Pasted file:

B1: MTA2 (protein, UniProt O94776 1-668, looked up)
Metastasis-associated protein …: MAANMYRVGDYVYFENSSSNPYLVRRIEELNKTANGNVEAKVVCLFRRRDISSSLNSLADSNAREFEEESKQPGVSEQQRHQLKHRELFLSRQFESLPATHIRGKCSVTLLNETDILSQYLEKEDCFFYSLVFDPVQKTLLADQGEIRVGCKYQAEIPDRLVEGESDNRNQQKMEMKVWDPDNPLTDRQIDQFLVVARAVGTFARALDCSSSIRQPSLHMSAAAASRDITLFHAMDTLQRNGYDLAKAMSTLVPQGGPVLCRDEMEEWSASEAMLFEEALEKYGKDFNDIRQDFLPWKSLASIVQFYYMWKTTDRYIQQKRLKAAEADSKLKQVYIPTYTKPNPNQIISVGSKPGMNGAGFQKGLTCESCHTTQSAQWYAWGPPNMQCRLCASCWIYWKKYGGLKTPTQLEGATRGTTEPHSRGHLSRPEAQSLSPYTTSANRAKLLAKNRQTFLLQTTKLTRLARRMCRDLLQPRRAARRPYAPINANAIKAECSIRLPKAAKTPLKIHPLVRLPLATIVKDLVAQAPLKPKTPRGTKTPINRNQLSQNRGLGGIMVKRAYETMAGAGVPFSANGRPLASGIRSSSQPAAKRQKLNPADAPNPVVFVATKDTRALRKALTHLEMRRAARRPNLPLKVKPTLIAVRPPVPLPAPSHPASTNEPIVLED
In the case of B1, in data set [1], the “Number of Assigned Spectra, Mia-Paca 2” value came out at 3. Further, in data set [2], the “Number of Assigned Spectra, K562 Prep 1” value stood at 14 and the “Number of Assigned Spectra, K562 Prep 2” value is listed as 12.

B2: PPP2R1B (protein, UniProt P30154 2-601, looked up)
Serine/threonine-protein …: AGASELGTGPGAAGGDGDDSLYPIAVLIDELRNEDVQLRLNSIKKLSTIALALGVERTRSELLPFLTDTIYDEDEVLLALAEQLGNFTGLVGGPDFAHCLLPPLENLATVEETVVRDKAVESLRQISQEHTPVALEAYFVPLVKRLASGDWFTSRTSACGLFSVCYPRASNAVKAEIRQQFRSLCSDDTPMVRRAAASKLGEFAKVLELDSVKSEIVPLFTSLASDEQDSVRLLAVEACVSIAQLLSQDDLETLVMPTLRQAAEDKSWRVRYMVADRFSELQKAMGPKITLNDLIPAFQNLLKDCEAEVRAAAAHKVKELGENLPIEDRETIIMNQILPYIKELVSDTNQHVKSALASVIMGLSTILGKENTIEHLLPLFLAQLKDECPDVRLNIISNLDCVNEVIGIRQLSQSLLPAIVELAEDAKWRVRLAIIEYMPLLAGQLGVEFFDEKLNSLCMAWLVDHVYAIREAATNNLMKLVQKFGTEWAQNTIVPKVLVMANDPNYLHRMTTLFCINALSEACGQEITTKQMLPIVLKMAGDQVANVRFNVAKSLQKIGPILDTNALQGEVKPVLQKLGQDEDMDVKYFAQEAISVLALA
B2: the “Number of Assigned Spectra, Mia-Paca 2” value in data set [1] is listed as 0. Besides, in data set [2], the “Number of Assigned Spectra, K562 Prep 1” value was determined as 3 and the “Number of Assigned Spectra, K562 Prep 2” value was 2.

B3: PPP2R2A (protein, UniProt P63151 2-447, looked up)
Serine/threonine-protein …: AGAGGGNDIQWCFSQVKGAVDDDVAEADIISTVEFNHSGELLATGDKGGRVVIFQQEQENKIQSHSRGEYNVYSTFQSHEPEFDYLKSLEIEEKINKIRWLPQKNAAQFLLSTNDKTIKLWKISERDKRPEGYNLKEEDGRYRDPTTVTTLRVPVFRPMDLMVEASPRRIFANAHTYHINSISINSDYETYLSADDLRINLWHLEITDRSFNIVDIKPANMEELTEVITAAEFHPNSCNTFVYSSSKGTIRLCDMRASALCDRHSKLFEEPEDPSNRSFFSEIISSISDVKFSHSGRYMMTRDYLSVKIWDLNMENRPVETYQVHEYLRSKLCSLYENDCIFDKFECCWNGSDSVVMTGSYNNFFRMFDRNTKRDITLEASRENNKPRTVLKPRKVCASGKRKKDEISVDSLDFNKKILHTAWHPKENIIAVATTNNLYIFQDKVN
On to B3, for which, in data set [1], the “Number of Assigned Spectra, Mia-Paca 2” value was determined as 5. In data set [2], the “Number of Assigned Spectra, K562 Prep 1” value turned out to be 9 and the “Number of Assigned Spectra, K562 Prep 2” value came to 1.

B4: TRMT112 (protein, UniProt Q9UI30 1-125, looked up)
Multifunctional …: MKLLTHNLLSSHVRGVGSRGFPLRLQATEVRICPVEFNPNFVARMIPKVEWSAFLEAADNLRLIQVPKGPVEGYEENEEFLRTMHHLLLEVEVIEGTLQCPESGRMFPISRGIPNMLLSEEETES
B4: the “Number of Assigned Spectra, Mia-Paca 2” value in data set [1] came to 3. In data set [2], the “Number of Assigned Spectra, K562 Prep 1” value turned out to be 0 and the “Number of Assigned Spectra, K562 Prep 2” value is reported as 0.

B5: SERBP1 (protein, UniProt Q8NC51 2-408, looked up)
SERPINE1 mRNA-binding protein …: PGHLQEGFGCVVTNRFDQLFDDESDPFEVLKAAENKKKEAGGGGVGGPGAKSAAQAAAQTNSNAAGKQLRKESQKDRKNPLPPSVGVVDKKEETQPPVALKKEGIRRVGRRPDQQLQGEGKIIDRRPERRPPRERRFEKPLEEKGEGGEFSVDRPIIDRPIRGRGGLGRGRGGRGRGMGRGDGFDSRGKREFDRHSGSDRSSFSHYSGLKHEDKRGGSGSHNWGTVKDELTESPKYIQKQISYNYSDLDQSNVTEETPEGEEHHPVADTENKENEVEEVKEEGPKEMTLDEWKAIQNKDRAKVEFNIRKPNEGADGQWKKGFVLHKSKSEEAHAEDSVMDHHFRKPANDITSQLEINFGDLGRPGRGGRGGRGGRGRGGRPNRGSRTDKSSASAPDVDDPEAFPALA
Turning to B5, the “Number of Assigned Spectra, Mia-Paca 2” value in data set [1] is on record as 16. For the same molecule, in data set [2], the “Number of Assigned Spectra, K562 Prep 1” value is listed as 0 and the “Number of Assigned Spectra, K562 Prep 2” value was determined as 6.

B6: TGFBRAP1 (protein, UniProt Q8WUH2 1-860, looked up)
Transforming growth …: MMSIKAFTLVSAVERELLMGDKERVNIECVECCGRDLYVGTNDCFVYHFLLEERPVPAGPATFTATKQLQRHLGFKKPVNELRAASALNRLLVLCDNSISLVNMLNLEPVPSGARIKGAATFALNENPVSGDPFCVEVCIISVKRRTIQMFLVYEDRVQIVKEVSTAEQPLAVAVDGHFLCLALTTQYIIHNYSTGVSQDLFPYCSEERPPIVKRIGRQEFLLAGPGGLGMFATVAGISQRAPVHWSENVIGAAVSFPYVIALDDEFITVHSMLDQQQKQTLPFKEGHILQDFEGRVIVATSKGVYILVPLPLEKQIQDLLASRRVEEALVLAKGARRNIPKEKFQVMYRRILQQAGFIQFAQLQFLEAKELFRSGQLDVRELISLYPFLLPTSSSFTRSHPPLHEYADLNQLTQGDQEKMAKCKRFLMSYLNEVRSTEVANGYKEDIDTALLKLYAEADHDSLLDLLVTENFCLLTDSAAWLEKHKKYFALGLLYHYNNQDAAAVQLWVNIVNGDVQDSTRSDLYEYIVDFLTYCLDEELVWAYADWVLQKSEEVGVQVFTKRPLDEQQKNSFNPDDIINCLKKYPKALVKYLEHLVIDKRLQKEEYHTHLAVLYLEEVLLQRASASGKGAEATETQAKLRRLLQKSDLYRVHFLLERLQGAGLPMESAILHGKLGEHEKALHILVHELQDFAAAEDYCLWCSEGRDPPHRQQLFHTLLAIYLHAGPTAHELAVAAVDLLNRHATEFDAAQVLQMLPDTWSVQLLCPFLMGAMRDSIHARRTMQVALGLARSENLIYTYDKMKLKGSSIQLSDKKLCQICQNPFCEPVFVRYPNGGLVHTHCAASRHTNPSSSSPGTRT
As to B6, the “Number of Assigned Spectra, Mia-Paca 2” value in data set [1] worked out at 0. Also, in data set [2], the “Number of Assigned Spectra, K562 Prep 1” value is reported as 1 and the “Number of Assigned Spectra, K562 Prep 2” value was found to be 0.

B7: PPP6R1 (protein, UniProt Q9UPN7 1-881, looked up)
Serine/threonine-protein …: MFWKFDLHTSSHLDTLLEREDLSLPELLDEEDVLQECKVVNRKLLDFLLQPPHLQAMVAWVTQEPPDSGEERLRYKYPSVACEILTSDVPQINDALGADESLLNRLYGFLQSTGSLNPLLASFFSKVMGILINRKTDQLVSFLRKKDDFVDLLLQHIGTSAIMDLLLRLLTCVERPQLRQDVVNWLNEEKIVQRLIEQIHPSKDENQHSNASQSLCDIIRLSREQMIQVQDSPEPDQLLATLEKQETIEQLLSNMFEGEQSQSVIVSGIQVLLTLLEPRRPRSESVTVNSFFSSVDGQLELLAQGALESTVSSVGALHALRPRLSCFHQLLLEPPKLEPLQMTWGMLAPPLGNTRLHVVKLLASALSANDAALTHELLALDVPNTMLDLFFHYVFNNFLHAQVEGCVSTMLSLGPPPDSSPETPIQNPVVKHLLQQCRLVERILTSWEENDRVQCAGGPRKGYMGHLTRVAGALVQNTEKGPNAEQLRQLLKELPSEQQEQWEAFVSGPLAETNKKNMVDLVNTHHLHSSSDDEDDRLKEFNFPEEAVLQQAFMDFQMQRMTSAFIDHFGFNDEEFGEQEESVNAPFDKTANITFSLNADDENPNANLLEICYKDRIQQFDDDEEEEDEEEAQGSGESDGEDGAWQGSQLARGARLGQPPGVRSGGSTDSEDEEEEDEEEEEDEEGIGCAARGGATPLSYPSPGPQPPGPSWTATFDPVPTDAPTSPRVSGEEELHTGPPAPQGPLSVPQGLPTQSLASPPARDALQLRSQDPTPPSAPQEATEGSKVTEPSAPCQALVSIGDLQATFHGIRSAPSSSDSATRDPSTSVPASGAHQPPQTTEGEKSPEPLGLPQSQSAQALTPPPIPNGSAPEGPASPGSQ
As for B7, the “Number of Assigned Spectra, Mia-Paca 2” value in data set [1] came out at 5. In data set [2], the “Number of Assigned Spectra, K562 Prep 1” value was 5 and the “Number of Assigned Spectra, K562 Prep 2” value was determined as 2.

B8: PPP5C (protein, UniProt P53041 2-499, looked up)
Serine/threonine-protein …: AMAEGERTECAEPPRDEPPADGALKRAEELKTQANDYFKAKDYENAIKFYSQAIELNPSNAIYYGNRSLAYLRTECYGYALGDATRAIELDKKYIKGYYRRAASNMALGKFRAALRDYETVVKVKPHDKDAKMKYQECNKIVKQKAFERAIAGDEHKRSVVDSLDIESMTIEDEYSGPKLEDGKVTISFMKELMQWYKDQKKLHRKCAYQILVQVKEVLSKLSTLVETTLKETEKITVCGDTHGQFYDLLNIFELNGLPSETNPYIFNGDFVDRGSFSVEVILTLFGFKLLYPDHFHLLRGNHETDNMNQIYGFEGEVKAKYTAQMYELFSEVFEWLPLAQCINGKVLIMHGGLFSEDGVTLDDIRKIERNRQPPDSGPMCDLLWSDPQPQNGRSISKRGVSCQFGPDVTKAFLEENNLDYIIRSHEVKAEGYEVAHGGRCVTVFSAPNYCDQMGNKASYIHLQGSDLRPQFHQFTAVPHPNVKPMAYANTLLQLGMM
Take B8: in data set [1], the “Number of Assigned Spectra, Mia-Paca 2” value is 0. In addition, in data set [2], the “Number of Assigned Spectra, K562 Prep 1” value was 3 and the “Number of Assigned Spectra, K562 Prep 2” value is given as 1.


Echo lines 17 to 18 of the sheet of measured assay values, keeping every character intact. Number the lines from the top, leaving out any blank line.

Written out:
Transforming growth …: MMSIKAFTLVSAVERELLMGDKERVNIECVECCGRDLYVGTNDCFVYHFLLEERPVPAGPATFTATKQLQRHLGFKKPVNELRAASALNRLLVLCDNSISLVNMLNLEPVPSGARIKGAATFALNENPVSGDPFCVEVCIISVKRRTIQMFLVYEDRVQIVKEVSTAEQPLAVAVDGHFLCLALTTQYIIHNYSTGVSQDLFPYCSEERPPIVKRIGRQEFLLAGPGGLGMFATVAGISQRAPVHWSENVIGAAVSFPYVIALDDEFITVHSMLDQQQKQTLPFKEGHILQDFEGRVIVATSKGVYILVPLPLEKQIQDLLASRRVEEALVLAKGARRNIPKEKFQVMYRRILQQAGFIQFAQLQFLEAKELFRSGQLDVRELISLYPFLLPTSSSFTRSHPPLHEYADLNQLTQGDQEKMAKCKRFLMSYLNEVRSTEVANGYKEDIDTALLKLYAEADHDSLLDLLVTENFCLLTDSAAWLEKHKKYFALGLLYHYNNQDAAAVQLWVNIVNGDVQDSTRSDLYEYIVDFLTYCLDEELVWAYADWVLQKSEEVGVQVFTKRPLDEQQKNSFNPDDIINCLKKYPKALVKYLEHLVIDKRLQKEEYHTHLAVLYLEEVLLQRASASGKGAEATETQAKLRRLLQKSDLYRVHFLLERLQGAGLPMESAILHGKLGEHEKALHILVHELQDFAAAEDYCLWCSEGRDPPHRQQLFHTLLAIYLHAGPTAHELAVAAVDLLNRHATEFDAAQVLQMLPDTWSVQLLCPFLMGAMRDSIHARRTMQVALGLARSENLIYTYDKMKLKGSSIQLSDKKLCQICQNPFCEPVFVRYPNGGLVHTHCAASRHTNPSSSSPGTRT
As to B6, the “Number of Assigned Spectra, Mia-Paca 2” value in data set [1] worked out at 0. Also, in data set [2], the “Number of Assigned Spectra, K562 Prep 1” value is reported as 1 and the “Number of Assigned Spectra, K562 Prep 2” value was found to be 0.